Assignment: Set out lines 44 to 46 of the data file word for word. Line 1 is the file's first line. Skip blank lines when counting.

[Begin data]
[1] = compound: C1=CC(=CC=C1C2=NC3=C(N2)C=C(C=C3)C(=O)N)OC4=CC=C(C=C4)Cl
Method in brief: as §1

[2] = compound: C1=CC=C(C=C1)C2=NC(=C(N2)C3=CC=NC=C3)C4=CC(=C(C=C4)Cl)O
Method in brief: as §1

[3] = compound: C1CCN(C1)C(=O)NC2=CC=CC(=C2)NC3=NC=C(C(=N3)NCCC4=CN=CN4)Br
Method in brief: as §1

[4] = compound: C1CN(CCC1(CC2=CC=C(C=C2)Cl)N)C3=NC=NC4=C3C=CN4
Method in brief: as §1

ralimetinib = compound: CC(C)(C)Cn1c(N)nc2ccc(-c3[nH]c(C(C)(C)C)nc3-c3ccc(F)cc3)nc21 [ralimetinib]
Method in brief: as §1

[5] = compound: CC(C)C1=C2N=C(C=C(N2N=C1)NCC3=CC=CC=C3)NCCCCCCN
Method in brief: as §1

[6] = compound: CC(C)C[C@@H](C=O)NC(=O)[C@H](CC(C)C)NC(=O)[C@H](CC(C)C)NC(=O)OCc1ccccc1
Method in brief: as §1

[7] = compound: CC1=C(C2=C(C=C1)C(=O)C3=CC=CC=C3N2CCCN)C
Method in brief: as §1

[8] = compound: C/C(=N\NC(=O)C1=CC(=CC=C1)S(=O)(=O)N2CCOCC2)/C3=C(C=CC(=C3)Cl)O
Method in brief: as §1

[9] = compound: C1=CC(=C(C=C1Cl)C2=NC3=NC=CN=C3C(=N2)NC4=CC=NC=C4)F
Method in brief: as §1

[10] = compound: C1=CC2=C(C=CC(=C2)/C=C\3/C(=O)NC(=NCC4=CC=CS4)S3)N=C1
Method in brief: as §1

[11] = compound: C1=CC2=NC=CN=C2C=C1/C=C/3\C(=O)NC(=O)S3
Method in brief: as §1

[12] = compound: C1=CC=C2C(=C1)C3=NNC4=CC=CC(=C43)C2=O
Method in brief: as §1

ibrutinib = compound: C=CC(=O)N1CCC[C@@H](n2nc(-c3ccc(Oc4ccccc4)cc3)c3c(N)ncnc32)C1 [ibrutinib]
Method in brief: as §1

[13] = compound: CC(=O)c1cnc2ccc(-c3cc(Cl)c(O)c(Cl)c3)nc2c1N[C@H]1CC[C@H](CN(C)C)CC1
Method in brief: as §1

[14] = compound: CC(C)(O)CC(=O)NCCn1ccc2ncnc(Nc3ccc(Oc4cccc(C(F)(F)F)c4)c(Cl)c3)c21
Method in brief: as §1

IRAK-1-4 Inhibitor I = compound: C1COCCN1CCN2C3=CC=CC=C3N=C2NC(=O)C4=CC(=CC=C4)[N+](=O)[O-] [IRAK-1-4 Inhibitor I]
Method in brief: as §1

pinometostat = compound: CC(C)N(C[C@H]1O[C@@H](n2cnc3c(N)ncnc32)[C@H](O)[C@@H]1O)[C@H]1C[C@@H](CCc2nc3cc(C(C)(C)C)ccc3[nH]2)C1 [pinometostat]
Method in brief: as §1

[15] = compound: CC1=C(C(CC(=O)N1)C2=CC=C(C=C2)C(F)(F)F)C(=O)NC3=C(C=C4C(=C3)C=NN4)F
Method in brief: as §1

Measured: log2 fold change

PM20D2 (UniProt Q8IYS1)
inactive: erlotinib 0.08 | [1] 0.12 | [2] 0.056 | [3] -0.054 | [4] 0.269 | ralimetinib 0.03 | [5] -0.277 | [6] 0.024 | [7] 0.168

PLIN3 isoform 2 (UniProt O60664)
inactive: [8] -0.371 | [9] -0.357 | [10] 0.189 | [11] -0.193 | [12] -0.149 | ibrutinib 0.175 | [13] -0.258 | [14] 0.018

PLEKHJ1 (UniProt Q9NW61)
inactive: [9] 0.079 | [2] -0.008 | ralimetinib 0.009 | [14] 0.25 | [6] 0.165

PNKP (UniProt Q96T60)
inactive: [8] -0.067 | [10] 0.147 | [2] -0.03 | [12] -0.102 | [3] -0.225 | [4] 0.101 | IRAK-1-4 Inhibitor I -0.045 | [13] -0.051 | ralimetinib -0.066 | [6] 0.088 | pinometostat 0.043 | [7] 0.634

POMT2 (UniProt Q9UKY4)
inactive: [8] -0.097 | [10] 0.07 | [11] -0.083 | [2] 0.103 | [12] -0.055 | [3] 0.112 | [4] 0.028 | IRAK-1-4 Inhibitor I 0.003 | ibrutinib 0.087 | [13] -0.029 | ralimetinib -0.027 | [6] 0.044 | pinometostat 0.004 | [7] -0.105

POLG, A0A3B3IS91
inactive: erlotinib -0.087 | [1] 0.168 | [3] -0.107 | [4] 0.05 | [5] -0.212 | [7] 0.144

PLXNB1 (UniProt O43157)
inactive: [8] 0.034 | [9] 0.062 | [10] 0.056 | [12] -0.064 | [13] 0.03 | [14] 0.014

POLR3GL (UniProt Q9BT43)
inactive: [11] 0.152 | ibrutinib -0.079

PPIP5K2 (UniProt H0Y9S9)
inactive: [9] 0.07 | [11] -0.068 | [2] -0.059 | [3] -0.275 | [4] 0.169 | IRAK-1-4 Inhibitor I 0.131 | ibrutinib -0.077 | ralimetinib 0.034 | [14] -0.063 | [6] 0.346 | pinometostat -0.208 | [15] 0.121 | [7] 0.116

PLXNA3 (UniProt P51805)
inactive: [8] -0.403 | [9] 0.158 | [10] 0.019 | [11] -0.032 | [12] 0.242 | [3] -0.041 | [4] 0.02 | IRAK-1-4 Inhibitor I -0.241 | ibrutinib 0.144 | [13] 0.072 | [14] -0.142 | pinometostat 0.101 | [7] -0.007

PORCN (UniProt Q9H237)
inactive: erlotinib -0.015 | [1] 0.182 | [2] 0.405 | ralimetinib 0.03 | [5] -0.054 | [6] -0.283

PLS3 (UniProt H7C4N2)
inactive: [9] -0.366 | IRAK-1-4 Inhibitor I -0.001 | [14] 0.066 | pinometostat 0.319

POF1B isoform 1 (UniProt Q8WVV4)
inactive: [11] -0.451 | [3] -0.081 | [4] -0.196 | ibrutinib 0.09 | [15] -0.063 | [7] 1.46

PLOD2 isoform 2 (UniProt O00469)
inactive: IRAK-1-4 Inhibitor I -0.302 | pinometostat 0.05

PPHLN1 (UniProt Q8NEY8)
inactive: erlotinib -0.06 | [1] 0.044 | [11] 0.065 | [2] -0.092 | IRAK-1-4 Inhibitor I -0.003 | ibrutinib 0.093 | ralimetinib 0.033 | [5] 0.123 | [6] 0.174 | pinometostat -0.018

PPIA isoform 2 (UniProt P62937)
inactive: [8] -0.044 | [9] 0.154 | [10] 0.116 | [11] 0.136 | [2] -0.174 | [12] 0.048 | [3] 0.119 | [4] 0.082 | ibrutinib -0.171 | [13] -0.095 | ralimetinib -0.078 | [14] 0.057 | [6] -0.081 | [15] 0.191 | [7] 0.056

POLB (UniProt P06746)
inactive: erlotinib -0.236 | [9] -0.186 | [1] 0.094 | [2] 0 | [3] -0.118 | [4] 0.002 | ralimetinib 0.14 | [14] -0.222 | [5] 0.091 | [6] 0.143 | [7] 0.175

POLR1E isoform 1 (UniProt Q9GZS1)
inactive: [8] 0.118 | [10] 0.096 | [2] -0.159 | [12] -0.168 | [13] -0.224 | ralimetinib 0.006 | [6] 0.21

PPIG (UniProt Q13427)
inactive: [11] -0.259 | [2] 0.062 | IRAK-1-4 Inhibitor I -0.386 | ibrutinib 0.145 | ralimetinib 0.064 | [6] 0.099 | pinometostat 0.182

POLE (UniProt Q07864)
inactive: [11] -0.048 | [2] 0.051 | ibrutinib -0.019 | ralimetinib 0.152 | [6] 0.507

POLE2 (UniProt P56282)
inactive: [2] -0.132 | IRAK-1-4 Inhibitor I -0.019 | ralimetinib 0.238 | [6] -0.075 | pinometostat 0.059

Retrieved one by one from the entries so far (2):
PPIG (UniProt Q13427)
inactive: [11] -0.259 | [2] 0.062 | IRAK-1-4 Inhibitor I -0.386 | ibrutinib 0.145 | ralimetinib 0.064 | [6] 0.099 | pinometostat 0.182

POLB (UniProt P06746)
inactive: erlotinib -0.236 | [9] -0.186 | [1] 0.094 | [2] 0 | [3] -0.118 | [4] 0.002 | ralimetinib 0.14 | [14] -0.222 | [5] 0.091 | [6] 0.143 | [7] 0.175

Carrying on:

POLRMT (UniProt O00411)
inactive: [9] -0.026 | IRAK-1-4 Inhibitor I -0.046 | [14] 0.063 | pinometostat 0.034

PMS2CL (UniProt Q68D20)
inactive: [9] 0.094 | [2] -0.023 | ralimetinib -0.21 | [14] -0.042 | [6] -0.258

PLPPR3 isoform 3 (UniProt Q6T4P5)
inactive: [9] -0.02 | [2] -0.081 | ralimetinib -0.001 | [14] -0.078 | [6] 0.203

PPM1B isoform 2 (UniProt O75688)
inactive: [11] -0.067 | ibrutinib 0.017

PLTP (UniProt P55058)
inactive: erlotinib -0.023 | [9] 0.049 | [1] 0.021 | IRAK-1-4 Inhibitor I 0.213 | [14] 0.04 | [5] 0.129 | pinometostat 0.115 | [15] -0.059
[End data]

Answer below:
PLEKHJ1 (UniProt Q9NW61)
inactive: [9] 0.079 | [2] -0.008 | ralimetinib 0.009 | [14] 0.25 | [6] 0.165

PNKP (UniProt Q96T60)